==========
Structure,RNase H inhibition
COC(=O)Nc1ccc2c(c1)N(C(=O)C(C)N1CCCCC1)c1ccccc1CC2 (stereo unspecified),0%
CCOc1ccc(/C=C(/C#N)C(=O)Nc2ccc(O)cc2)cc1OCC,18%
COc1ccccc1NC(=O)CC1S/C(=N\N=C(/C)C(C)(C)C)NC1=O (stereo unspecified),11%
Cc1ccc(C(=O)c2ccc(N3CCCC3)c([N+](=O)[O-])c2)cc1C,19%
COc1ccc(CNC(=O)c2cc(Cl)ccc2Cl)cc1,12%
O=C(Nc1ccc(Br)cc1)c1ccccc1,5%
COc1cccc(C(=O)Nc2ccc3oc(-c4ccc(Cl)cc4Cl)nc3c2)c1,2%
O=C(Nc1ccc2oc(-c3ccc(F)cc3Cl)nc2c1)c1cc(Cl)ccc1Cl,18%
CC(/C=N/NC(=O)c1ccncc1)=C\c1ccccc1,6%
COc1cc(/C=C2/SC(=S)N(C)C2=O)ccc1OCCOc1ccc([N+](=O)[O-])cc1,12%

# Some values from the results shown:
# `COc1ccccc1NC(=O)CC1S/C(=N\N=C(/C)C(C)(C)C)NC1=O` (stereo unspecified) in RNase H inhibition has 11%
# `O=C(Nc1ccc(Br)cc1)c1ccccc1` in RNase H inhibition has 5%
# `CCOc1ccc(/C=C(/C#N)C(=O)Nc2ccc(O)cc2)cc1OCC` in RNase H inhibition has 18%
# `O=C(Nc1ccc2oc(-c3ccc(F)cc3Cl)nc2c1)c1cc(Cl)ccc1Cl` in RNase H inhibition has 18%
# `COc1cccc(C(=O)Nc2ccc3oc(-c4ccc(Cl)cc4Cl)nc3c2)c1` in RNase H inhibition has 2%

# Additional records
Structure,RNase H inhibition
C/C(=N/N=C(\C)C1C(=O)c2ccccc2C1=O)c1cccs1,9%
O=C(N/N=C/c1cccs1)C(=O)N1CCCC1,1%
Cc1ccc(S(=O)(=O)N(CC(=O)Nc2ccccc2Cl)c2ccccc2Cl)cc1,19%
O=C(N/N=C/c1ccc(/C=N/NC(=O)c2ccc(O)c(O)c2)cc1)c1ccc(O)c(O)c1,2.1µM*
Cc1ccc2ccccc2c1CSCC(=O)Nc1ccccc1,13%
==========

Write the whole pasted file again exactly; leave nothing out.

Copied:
Structure,RNase H inhibition
COC(=O)Nc1ccc2c(c1)N(C(=O)C(C)N1CCCCC1)c1ccccc1CC2 (stereo unspecified),0%
CCOc1ccc(/C=C(/C#N)C(=O)Nc2ccc(O)cc2)cc1OCC,18%
COc1ccccc1NC(=O)CC1S/C(=N\N=C(/C)C(C)(C)C)NC1=O (stereo unspecified),11%
Cc1ccc(C(=O)c2ccc(N3CCCC3)c([N+](=O)[O-])c2)cc1C,19%
COc1ccc(CNC(=O)c2cc(Cl)ccc2Cl)cc1,12%
O=C(Nc1ccc(Br)cc1)c1ccccc1,5%
COc1cccc(C(=O)Nc2ccc3oc(-c4ccc(Cl)cc4Cl)nc3c2)c1,2%
O=C(Nc1ccc2oc(-c3ccc(F)cc3Cl)nc2c1)c1cc(Cl)ccc1Cl,18%
CC(/C=N/NC(=O)c1ccncc1)=C\c1ccccc1,6%
COc1cc(/C=C2/SC(=S)N(C)C2=O)ccc1OCCOc1ccc([N+](=O)[O-])cc1,12%

# Some values from the results shown:
# `COc1ccccc1NC(=O)CC1S/C(=N\N=C(/C)C(C)(C)C)NC1=O` (stereo unspecified) in RNase H inhibition has 11%
# `O=C(Nc1ccc(Br)cc1)c1ccccc1` in RNase H inhibition has 5%
# `CCOc1ccc(/C=C(/C#N)C(=O)Nc2ccc(O)cc2)cc1OCC` in RNase H inhibition has 18%
# `O=C(Nc1ccc2oc(-c3ccc(F)cc3Cl)nc2c1)c1cc(Cl)ccc1Cl` in RNase H inhibition has 18%
# `COc1cccc(C(=O)Nc2ccc3oc(-c4ccc(Cl)cc4Cl)nc3c2)c1` in RNase H inhibition has 2%

# Additional records
Structure,RNase H inhibition
C/C(=N/N=C(\C)C1C(=O)c2ccccc2C1=O)c1cccs1,9%
O=C(N/N=C/c1cccs1)C(=O)N1CCCC1,1%
Cc1ccc(S(=O)(=O)N(CC(=O)Nc2ccccc2Cl)c2ccccc2Cl)cc1,19%
O=C(N/N=C/c1ccc(/C=N/NC(=O)c2ccc(O)c(O)c2)cc1)c1ccc(O)c(O)c1,2.1µM*
Cc1ccc2ccccc2c1CSCC(=O)Nc1ccccc1,13%